Patients with breast cancer at long-term increased risk of first depression
the ONA take:
According to a new study published in Journal of Clinical Oncology, women with breast cancer are at an increased long-term risk for developing first depression.
The researchers sought to investigate the risk of first depression by determining the incidence of hospital contact as a result of severe episodes of depression and the incidence of antidepressant use. Researchers used Danish national registries to identify nearly 2 million women no diagnosis of cancer or a major psychiatric disorder.
Researchers followed these patients from 1998 and 2011. In the 13-year time period, nearly 45,000 women were diagnosed with breast cancer. Within 1 year after cancer diagnosis, hospital contact had a rate ratio of 1.70 (95% CI, 1.41 - 2.05) and antidepressant use had a rate ratio of 3.09 (95% CI, 2.95 - 3.22). At 3 and 8 years, both rate ratios were significantly elevated.
The researchers also identified various factors associated with the use of antidepressants, including basic and vocational education levels, comorbidity, living alone, node-positive disease, and older age, which the researchers recommend clinicians be aware of.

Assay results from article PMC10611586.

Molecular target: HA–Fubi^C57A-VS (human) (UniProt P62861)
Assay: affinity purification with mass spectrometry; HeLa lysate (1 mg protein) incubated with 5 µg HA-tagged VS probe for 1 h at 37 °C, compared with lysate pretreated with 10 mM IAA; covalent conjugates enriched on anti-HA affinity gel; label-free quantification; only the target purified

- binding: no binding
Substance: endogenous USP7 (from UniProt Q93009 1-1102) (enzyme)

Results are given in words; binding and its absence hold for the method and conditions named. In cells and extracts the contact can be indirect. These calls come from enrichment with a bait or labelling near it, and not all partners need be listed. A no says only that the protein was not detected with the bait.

Women with breast cancer are at an increased long-term risk for developing first depression.
Purpose of this study is to investigate the risk for first depression, assessed as incident hospital contacts for depression and incident use of antidepressants, among women with breast cancer. Women with breast cancer are at long–term increased risk for first depression, including both severe episodes leading to hospital contact and use of antidepressants.
Clinicians should be aware that the risk is highest in women with comorbid conditions, node–positive disease, and age of 70 years or more. The authors found no clear association between type of surgery or adjuvant treatment and risk for depression.
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